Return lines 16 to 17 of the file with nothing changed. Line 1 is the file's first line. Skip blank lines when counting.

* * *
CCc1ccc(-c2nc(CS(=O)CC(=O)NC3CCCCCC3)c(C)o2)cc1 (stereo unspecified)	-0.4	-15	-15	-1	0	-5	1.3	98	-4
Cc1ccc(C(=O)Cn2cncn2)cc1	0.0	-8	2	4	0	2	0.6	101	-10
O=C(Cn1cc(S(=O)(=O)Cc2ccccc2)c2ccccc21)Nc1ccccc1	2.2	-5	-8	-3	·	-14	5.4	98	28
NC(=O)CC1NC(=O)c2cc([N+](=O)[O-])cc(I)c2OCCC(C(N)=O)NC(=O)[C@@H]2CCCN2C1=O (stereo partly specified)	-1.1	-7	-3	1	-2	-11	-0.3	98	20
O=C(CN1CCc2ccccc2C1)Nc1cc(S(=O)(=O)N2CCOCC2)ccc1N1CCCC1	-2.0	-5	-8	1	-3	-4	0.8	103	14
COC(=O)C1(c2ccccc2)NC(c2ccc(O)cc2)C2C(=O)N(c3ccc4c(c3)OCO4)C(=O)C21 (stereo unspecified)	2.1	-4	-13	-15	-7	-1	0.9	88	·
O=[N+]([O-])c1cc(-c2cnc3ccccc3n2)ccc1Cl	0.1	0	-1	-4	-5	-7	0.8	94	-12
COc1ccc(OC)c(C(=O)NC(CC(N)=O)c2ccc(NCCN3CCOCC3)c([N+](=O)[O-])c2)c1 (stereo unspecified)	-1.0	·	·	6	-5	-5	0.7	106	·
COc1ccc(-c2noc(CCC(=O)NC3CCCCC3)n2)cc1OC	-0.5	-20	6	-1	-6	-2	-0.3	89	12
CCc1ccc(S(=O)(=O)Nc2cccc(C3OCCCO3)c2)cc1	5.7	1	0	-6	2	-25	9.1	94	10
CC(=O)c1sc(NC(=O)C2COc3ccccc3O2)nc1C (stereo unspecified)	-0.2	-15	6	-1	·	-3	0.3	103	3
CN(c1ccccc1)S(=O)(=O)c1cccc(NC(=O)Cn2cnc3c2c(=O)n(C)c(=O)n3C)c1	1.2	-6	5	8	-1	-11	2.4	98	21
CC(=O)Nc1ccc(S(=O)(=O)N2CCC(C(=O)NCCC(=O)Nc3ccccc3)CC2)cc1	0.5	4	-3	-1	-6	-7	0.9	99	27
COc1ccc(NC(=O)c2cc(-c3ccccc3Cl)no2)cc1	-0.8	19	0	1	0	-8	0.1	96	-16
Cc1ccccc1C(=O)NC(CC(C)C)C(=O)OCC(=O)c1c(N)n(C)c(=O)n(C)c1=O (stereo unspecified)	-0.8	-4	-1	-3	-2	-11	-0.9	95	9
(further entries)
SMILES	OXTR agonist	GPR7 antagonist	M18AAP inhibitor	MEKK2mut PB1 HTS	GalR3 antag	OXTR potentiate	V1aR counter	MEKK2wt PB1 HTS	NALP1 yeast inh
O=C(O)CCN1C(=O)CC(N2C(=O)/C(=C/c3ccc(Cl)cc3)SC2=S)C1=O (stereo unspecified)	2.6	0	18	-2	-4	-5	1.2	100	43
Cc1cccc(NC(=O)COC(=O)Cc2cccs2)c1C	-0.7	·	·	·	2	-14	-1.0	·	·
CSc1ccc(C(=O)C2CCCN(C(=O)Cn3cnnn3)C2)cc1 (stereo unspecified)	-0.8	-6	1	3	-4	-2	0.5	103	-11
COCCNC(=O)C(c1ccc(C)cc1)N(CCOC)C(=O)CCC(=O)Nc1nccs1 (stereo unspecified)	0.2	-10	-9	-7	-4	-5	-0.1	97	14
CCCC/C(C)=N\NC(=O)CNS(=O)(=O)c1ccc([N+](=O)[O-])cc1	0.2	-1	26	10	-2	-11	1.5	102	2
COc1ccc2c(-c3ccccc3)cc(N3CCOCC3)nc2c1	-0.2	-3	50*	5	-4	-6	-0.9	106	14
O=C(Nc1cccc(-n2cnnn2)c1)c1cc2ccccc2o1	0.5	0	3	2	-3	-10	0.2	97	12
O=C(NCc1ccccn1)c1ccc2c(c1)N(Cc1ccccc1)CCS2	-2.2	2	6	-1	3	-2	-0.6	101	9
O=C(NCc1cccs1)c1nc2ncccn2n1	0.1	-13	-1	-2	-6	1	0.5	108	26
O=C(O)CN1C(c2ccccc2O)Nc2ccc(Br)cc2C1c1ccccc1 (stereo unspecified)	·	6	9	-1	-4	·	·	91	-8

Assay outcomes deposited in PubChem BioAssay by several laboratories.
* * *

(further entries)
SMILES	OXTR agonist	GPR7 antagonist	M18AAP inhibitor	MEKK2mut PB1 HTS	GalR3 antag	OXTR potentiate	V1aR counter	MEKK2wt PB1 HTS	NALP1 yeast inh